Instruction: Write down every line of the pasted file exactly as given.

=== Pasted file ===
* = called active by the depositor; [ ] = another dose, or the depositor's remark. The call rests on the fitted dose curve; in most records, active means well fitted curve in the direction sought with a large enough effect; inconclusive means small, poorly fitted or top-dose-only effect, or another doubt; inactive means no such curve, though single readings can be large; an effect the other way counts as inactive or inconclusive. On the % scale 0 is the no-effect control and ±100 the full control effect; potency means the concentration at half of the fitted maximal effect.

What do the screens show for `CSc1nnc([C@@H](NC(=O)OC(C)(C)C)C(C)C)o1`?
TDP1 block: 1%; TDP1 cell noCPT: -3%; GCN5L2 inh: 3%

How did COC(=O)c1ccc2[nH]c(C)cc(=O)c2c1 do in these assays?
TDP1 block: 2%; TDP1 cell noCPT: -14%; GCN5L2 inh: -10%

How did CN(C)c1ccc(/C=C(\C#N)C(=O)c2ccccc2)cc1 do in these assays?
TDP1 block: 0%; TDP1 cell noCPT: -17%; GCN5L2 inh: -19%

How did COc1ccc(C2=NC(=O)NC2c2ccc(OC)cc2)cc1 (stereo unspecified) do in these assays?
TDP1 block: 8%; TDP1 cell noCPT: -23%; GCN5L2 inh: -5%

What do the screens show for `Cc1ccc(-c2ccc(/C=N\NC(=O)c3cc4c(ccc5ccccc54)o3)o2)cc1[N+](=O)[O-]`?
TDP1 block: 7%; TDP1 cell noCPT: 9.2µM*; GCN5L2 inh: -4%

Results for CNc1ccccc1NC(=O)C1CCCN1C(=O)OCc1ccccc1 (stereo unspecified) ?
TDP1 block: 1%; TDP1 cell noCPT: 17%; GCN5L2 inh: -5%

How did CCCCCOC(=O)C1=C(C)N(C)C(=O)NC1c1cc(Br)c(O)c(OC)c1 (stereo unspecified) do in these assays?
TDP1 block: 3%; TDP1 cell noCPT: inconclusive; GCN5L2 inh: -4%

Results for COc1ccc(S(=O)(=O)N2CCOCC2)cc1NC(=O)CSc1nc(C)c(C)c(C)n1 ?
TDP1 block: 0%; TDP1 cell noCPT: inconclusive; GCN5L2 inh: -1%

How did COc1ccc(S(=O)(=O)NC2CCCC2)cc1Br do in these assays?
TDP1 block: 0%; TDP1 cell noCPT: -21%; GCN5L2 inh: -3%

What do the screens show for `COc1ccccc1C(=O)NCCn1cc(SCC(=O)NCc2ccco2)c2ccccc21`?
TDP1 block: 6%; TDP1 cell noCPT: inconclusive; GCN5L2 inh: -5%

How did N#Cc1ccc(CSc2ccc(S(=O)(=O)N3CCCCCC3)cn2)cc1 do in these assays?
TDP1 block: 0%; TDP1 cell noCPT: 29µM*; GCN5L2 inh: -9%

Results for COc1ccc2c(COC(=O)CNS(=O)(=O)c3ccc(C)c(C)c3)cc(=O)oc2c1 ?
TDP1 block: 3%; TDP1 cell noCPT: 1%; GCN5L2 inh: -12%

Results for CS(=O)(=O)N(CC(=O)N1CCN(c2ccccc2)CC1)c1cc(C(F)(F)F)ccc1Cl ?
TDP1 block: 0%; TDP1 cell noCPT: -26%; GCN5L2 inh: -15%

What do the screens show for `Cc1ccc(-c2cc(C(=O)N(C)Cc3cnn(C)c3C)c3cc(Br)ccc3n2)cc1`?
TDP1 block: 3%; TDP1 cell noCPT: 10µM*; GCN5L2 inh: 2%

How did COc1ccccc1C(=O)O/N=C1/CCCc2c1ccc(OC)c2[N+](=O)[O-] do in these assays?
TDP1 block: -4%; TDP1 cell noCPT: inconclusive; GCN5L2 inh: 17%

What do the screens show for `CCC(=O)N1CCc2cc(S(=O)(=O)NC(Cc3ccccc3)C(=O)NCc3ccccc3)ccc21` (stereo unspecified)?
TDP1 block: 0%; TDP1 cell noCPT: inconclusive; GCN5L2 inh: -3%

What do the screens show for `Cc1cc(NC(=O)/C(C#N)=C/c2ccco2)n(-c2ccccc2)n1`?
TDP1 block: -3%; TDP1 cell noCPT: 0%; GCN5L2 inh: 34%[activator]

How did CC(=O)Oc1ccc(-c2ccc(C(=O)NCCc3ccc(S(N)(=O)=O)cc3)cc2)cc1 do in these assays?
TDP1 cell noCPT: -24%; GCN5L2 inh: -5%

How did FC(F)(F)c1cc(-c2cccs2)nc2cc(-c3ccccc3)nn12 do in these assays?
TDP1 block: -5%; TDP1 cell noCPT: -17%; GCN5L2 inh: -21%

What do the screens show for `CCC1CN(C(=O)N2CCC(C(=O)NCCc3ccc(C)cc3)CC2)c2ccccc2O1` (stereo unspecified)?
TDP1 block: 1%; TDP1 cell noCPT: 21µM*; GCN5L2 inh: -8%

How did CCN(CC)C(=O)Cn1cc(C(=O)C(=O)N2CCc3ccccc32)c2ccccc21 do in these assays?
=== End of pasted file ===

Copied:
* = called active by the depositor; [ ] = another dose, or the depositor's remark. The call rests on the fitted dose curve; in most records, active means well fitted curve in the direction sought with a large enough effect; inconclusive means small, poorly fitted or top-dose-only effect, or another doubt; inactive means no such curve, though single readings can be large; an effect the other way counts as inactive or inconclusive. On the % scale 0 is the no-effect control and ±100 the full control effect; potency means the concentration at half of the fitted maximal effect.

What do the screens show for `CSc1nnc([C@@H](NC(=O)OC(C)(C)C)C(C)C)o1`?
TDP1 block: 1%; TDP1 cell noCPT: -3%; GCN5L2 inh: 3%

How did COC(=O)c1ccc2[nH]c(C)cc(=O)c2c1 do in these assays?
TDP1 block: 2%; TDP1 cell noCPT: -14%; GCN5L2 inh: -10%

How did CN(C)c1ccc(/C=C(\C#N)C(=O)c2ccccc2)cc1 do in these assays?
TDP1 block: 0%; TDP1 cell noCPT: -17%; GCN5L2 inh: -19%

How did COc1ccc(C2=NC(=O)NC2c2ccc(OC)cc2)cc1 (stereo unspecified) do in these assays?
TDP1 block: 8%; TDP1 cell noCPT: -23%; GCN5L2 inh: -5%

What do the screens show for `Cc1ccc(-c2ccc(/C=N\NC(=O)c3cc4c(ccc5ccccc54)o3)o2)cc1[N+](=O)[O-]`?
TDP1 block: 7%; TDP1 cell noCPT: 9.2µM*; GCN5L2 inh: -4%

Results for CNc1ccccc1NC(=O)C1CCCN1C(=O)OCc1ccccc1 (stereo unspecified) ?
TDP1 block: 1%; TDP1 cell noCPT: 17%; GCN5L2 inh: -5%

How did CCCCCOC(=O)C1=C(C)N(C)C(=O)NC1c1cc(Br)c(O)c(OC)c1 (stereo unspecified) do in these assays?
TDP1 block: 3%; TDP1 cell noCPT: inconclusive; GCN5L2 inh: -4%

Results for COc1ccc(S(=O)(=O)N2CCOCC2)cc1NC(=O)CSc1nc(C)c(C)c(C)n1 ?
TDP1 block: 0%; TDP1 cell noCPT: inconclusive; GCN5L2 inh: -1%

How did COc1ccc(S(=O)(=O)NC2CCCC2)cc1Br do in these assays?
TDP1 block: 0%; TDP1 cell noCPT: -21%; GCN5L2 inh: -3%

What do the screens show for `COc1ccccc1C(=O)NCCn1cc(SCC(=O)NCc2ccco2)c2ccccc21`?
TDP1 block: 6%; TDP1 cell noCPT: inconclusive; GCN5L2 inh: -5%

How did N#Cc1ccc(CSc2ccc(S(=O)(=O)N3CCCCCC3)cn2)cc1 do in these assays?
TDP1 block: 0%; TDP1 cell noCPT: 29µM*; GCN5L2 inh: -9%

Results for COc1ccc2c(COC(=O)CNS(=O)(=O)c3ccc(C)c(C)c3)cc(=O)oc2c1 ?
TDP1 block: 3%; TDP1 cell noCPT: 1%; GCN5L2 inh: -12%

Results for CS(=O)(=O)N(CC(=O)N1CCN(c2ccccc2)CC1)c1cc(C(F)(F)F)ccc1Cl ?
TDP1 block: 0%; TDP1 cell noCPT: -26%; GCN5L2 inh: -15%

What do the screens show for `Cc1ccc(-c2cc(C(=O)N(C)Cc3cnn(C)c3C)c3cc(Br)ccc3n2)cc1`?
TDP1 block: 3%; TDP1 cell noCPT: 10µM*; GCN5L2 inh: 2%

How did COc1ccccc1C(=O)O/N=C1/CCCc2c1ccc(OC)c2[N+](=O)[O-] do in these assays?
TDP1 block: -4%; TDP1 cell noCPT: inconclusive; GCN5L2 inh: 17%

What do the screens show for `CCC(=O)N1CCc2cc(S(=O)(=O)NC(Cc3ccccc3)C(=O)NCc3ccccc3)ccc21` (stereo unspecified)?
TDP1 block: 0%; TDP1 cell noCPT: inconclusive; GCN5L2 inh: -3%

What do the screens show for `Cc1cc(NC(=O)/C(C#N)=C/c2ccco2)n(-c2ccccc2)n1`?
TDP1 block: -3%; TDP1 cell noCPT: 0%; GCN5L2 inh: 34%[activator]

How did CC(=O)Oc1ccc(-c2ccc(C(=O)NCCc3ccc(S(N)(=O)=O)cc3)cc2)cc1 do in these assays?
TDP1 cell noCPT: -24%; GCN5L2 inh: -5%

How did FC(F)(F)c1cc(-c2cccs2)nc2cc(-c3ccccc3)nn12 do in these assays?
TDP1 block: -5%; TDP1 cell noCPT: -17%; GCN5L2 inh: -21%

What do the screens show for `CCC1CN(C(=O)N2CCC(C(=O)NCCc3ccc(C)cc3)CC2)c2ccccc2O1` (stereo unspecified)?
TDP1 block: 1%; TDP1 cell noCPT: 21µM*; GCN5L2 inh: -8%

How did CCN(CC)C(=O)Cn1cc(C(=O)C(=O)N2CCc3ccccc32)c2ccccc21 do in these assays?